Introduction · Results by topic · Methods. The proportion of people who used cannabis in the past 12 months was approximately double among people born in Canada (29%) compared to people who were not born in Canada (15%). People who had used cannabis in the past 30 days were asked about the cannabis products they had purchased or received in the past 30 days and the frequency of these two cases. People who used cannabis for medical purposes in the past 30 days were asked from legal and illegal sources how much they had spent on cannabis in the past 30 days.
He is concerned that there may be an increase in cannabis use disorder during the pandemic because young people, ages 18 to 20, are the most likely to report an increase in use in the past year and are the cohort most at risk of becoming addicted to cannabis. People were asked if they had ever driven two hours after smoking or vaporizing cannabis and also if they had ever driven within four hours of ingesting cannabis by mouth. People who reported using cannabis in the past 12 months were asked who they had regularly obtained it from in the past 12 months. People between the ages of 16 and 24 reported using cannabis last year, with a percentage that was about double that of people aged 25 and over.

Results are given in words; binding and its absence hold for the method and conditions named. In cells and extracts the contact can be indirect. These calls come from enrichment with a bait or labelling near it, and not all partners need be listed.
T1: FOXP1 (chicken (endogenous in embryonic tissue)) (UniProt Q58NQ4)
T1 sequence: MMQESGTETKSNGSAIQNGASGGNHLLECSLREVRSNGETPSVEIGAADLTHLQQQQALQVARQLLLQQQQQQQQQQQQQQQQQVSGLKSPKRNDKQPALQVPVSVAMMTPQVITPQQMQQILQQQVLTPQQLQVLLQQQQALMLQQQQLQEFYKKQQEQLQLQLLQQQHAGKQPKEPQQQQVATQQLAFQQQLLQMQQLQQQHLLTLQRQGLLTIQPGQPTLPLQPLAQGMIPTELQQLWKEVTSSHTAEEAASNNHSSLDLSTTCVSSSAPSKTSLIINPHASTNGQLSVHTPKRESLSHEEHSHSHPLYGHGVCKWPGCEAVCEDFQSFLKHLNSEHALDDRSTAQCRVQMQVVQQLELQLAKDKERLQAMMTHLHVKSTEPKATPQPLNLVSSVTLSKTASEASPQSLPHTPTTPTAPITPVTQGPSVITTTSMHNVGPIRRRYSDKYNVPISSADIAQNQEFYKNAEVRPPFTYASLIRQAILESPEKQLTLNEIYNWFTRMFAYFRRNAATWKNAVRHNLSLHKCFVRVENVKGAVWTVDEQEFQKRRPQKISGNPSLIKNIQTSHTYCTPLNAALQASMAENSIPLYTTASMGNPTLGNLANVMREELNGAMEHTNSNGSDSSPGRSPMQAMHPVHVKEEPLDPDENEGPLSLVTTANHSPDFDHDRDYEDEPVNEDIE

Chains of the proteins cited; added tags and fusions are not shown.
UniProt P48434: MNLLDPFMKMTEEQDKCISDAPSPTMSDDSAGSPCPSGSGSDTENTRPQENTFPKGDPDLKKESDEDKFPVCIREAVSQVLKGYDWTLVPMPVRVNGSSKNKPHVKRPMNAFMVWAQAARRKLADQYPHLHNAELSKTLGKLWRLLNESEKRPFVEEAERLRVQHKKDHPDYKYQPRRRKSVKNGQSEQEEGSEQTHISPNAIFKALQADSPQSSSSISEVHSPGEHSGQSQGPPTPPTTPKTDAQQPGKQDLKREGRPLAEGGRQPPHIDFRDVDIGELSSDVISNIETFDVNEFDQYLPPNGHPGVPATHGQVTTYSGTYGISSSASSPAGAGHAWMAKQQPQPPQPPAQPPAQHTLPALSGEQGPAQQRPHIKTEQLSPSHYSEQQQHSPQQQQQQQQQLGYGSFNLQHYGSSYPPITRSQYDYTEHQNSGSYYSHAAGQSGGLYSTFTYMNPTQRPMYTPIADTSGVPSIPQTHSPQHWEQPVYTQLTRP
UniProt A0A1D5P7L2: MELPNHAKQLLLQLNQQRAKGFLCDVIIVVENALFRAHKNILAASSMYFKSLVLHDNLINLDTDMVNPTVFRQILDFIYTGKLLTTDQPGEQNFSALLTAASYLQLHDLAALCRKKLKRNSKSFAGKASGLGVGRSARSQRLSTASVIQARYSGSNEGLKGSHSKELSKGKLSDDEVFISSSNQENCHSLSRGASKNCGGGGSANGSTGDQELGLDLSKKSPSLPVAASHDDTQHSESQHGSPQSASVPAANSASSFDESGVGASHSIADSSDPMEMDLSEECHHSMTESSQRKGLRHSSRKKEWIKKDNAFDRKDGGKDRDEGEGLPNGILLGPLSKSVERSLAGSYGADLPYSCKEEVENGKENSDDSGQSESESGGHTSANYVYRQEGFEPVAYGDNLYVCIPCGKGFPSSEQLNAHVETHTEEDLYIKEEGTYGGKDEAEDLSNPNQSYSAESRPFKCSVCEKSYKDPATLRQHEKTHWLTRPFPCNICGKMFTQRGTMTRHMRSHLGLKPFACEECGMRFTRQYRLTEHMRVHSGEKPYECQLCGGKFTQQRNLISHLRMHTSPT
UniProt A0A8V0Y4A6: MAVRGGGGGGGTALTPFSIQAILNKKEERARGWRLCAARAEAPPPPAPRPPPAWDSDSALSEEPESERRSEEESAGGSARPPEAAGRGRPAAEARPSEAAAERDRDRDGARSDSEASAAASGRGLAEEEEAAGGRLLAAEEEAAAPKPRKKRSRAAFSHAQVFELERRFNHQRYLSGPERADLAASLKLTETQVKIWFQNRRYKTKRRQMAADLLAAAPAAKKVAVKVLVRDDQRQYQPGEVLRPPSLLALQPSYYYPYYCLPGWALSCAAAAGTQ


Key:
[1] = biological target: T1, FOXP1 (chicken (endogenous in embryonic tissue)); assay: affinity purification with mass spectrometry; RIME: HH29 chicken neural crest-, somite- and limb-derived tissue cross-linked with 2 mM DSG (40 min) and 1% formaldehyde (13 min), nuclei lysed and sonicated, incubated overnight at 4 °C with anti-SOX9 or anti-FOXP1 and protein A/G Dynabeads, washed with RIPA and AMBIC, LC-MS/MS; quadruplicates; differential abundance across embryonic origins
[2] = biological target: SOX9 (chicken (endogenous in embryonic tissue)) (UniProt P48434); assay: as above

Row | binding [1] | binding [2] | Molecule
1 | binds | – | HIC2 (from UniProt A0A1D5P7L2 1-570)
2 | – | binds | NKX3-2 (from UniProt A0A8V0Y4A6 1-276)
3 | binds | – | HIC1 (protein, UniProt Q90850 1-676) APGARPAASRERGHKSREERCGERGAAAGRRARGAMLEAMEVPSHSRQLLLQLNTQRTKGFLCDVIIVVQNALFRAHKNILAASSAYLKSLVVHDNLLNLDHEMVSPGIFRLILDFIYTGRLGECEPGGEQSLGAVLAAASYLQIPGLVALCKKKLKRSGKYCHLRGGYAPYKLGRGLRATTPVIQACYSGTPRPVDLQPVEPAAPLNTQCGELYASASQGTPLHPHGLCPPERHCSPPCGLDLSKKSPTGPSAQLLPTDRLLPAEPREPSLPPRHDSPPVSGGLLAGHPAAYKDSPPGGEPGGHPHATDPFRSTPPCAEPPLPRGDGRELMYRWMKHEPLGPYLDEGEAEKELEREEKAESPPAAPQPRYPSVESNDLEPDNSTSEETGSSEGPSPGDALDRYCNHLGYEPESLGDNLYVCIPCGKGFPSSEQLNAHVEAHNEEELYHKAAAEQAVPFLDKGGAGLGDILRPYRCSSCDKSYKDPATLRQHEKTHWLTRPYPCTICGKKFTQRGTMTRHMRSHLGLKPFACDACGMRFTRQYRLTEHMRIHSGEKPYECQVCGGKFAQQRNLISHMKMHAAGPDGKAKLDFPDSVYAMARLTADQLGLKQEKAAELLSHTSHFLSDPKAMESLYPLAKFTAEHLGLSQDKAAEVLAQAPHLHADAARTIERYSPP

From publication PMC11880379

Overall, most people considered that the occasional use of alcohol or cannabis was risk-free or a mild risk. At the end of last year, 20% of Canadians aged 15 and older—or nearly 6.2 million people—reported using cannabis in the previous three months, according to Statistics Canada. At the same time, 21% of people aged 25 and over reported using less cannabis, compared to 27% of people aged 16 to 19 and 25% of those aged 20 to 24. People who had used cannabis in the past 12 months were asked if they would be more willing to publicly disclose their use of cannabis now that it is legal. Twenty-five percent (25%) of people reported using cannabis in the past 12 months, down from 27% in the previous cycle.
However, according to Konefal, the more you smoke, the greater the risks, especially for young people between 18 and 30 years old, who are at greater risk of suffering adverse effects from regular cannabis use. People who had used cannabis in the past 12 months were asked how often a cannabis product they intended to buy at a retailer regulated by the province was not available. People who used cannabis in the past 12 months were asked if the amount of cannabis they used had changed due to the COVID-19 pandemic and the restrictions that accompanied it. People who stated that their main activity was “going to school” last week reported that they had used cannabis for the past 12 months (35%) compared to those who selected an activity other than “going to school” (25%).